³I don't believe in God, Gods, Godlets or any sort of higher power beyond the universe itself, which seems quite high and powerful enough to me. I don't believe in life after death, channeled chat rooms with the dead, reincarnation, telekinesis or any miracles but the miracle of life and consciousness, which again strike me as miracles in nearly obscene abundance. I believe that the universe abides by the laws of physics, some of which are known, others of which will surely be discovered, but even if they aren't, that will simply be a result, Š. of our brains having evolved for life on this one little planet and thus being inevitably limited.²

-- Excerpts from "Confessions of a Lonely Atheist" by Natalie Angier



  1. First Law of Thermodynamics: Energy is neither created nor destroyed.
    1. Reincarnation?  No life or death, just a change in form.
    2. Tolerance? Love/hate, Good/evil itıs all the same ­ but contextual.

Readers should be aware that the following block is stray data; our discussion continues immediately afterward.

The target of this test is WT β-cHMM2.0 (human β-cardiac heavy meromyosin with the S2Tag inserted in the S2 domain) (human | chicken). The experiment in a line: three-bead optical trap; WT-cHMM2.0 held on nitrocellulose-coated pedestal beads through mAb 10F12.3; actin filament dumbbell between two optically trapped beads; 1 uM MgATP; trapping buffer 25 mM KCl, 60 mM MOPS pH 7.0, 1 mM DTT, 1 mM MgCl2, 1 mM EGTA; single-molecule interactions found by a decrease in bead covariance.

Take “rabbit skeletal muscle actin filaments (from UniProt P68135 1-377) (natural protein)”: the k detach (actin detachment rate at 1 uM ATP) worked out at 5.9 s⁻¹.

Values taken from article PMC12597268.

2. Second Law of Thermodynamics: Entropy = disorder/randomness increases
    1. Original sin ­ have forgiveness for yourself and others, itıs all a hard, unrelenting uphill battle
  3. Newtonıs third law: For every action there is an equal and opposite reaction
    1. Be conscientious, take responsibility for your actions; they have consequences
    2. Do unto others as you would have them do unto you.


"religious naturalism," a profound appreciation of the genuine workings of nature, conjoined with a commitment to preserving that natural world in all its staggering, interdependent splendor.


 "The Sacred Depths of Nature," Ursula Goodenough, a cell biologist


³The stewardship of environment is a domain on the near side of metaphysics where all reflective persons can surely find common ground. For what, in the final analysis, is morality but the command of conscience seasoned by a rational examination of consequences? And what, is a fundamental precept but one that serves all generations? An enduring environmental ethic will aim to preserve not only the health and freedom of our species, but access to the world in which the human spirit was born.²

--- E. O. Wilson, The Diversity of Life.

³Maybe we skeptics, rather than being immoral, are instead part of humanity's exploration of a more encompassing morality?²

Paul Grobstein
Professor of Biology
Bryn Mawr College